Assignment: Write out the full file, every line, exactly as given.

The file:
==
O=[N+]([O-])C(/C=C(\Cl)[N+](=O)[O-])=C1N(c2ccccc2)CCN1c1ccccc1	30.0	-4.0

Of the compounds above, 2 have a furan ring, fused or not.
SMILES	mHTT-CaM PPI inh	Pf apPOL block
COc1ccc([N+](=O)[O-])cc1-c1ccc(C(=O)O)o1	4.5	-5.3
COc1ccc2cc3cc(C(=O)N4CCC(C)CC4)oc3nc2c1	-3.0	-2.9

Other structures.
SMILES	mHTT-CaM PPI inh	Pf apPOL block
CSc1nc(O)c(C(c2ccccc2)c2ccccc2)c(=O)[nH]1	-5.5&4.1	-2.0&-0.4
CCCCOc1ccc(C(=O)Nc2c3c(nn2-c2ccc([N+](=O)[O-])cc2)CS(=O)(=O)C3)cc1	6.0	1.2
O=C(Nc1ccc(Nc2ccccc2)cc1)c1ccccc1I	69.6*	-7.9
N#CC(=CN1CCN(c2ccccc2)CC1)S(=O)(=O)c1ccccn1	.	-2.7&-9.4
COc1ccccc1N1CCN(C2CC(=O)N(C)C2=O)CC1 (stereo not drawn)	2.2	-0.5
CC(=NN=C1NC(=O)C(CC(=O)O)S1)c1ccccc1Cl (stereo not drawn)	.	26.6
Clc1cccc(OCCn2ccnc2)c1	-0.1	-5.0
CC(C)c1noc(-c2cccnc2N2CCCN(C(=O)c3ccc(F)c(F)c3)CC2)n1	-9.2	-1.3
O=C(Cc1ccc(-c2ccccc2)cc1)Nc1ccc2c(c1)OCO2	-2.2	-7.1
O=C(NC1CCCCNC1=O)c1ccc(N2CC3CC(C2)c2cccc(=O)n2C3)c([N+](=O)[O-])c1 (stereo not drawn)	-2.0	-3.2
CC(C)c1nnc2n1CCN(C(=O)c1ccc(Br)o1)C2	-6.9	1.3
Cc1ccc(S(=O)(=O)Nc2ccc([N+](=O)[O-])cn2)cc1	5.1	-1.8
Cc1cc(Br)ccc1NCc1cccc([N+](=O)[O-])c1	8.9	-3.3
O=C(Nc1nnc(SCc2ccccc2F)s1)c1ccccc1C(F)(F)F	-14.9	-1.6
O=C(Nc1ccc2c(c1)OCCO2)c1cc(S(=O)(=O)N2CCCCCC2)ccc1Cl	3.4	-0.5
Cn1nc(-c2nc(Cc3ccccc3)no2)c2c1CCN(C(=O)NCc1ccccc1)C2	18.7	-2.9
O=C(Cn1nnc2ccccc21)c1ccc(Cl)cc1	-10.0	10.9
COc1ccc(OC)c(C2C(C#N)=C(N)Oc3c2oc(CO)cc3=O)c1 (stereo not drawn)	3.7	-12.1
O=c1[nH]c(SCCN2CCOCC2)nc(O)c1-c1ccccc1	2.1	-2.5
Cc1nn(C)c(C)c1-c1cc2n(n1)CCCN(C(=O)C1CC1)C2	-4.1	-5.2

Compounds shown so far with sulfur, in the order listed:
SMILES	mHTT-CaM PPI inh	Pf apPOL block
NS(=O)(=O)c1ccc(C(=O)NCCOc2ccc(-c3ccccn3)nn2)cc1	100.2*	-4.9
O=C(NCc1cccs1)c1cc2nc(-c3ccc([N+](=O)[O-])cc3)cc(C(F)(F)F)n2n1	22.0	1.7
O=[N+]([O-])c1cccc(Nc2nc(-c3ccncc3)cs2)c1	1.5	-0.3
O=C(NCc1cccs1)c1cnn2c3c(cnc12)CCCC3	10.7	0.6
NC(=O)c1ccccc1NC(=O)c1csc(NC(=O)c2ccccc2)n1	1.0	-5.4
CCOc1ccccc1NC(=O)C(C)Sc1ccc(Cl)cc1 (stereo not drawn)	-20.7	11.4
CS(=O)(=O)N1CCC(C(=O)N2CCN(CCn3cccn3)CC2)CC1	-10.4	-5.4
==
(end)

O=[N+]([O-])C(/C=C(\Cl)[N+](=O)[O-])=C1N(c2ccccc2)CCN1c1ccccc1	30.0	-4.0

Of the compounds above, 2 have a furan ring, fused or not.
SMILES	mHTT-CaM PPI inh	Pf apPOL block
COc1ccc([N+](=O)[O-])cc1-c1ccc(C(=O)O)o1	4.5	-5.3
COc1ccc2cc3cc(C(=O)N4CCC(C)CC4)oc3nc2c1	-3.0	-2.9

Other structures.
SMILES	mHTT-CaM PPI inh	Pf apPOL block
CSc1nc(O)c(C(c2ccccc2)c2ccccc2)c(=O)[nH]1	-5.5&4.1	-2.0&-0.4
CCCCOc1ccc(C(=O)Nc2c3c(nn2-c2ccc([N+](=O)[O-])cc2)CS(=O)(=O)C3)cc1	6.0	1.2
O=C(Nc1ccc(Nc2ccccc2)cc1)c1ccccc1I	69.6*	-7.9
N#CC(=CN1CCN(c2ccccc2)CC1)S(=O)(=O)c1ccccn1	.	-2.7&-9.4
COc1ccccc1N1CCN(C2CC(=O)N(C)C2=O)CC1 (stereo not drawn)	2.2	-0.5
CC(=NN=C1NC(=O)C(CC(=O)O)S1)c1ccccc1Cl (stereo not drawn)	.	26.6
Clc1cccc(OCCn2ccnc2)c1	-0.1	-5.0
CC(C)c1noc(-c2cccnc2N2CCCN(C(=O)c3ccc(F)c(F)c3)CC2)n1	-9.2	-1.3
O=C(Cc1ccc(-c2ccccc2)cc1)Nc1ccc2c(c1)OCO2	-2.2	-7.1
O=C(NC1CCCCNC1=O)c1ccc(N2CC3CC(C2)c2cccc(=O)n2C3)c([N+](=O)[O-])c1 (stereo not drawn)	-2.0	-3.2
CC(C)c1nnc2n1CCN(C(=O)c1ccc(Br)o1)C2	-6.9	1.3
Cc1ccc(S(=O)(=O)Nc2ccc([N+](=O)[O-])cn2)cc1	5.1	-1.8
Cc1cc(Br)ccc1NCc1cccc([N+](=O)[O-])c1	8.9	-3.3
O=C(Nc1nnc(SCc2ccccc2F)s1)c1ccccc1C(F)(F)F	-14.9	-1.6
O=C(Nc1ccc2c(c1)OCCO2)c1cc(S(=O)(=O)N2CCCCCC2)ccc1Cl	3.4	-0.5
Cn1nc(-c2nc(Cc3ccccc3)no2)c2c1CCN(C(=O)NCc1ccccc1)C2	18.7	-2.9
O=C(Cn1nnc2ccccc21)c1ccc(Cl)cc1	-10.0	10.9
COc1ccc(OC)c(C2C(C#N)=C(N)Oc3c2oc(CO)cc3=O)c1 (stereo not drawn)	3.7	-12.1
O=c1[nH]c(SCCN2CCOCC2)nc(O)c1-c1ccccc1	2.1	-2.5
Cc1nn(C)c(C)c1-c1cc2n(n1)CCCN(C(=O)C1CC1)C2	-4.1	-5.2

Compounds shown so far with sulfur, in the order listed:
SMILES	mHTT-CaM PPI inh	Pf apPOL block
NS(=O)(=O)c1ccc(C(=O)NCCOc2ccc(-c3ccccn3)nn2)cc1	100.2*	-4.9
O=C(NCc1cccs1)c1cc2nc(-c3ccc([N+](=O)[O-])cc3)cc(C(F)(F)F)n2n1	22.0	1.7
O=[N+]([O-])c1cccc(Nc2nc(-c3ccncc3)cs2)c1	1.5	-0.3
O=C(NCc1cccs1)c1cnn2c3c(cnc12)CCCC3	10.7	0.6
NC(=O)c1ccccc1NC(=O)c1csc(NC(=O)c2ccccc2)n1	1.0	-5.4
CCOc1ccccc1NC(=O)C(C)Sc1ccc(Cl)cc1 (stereo not drawn)	-20.7	11.4
CS(=O)(=O)N1CCC(C(=O)N2CCN(CCn3cccn3)CC2)CC1	-10.4	-5.4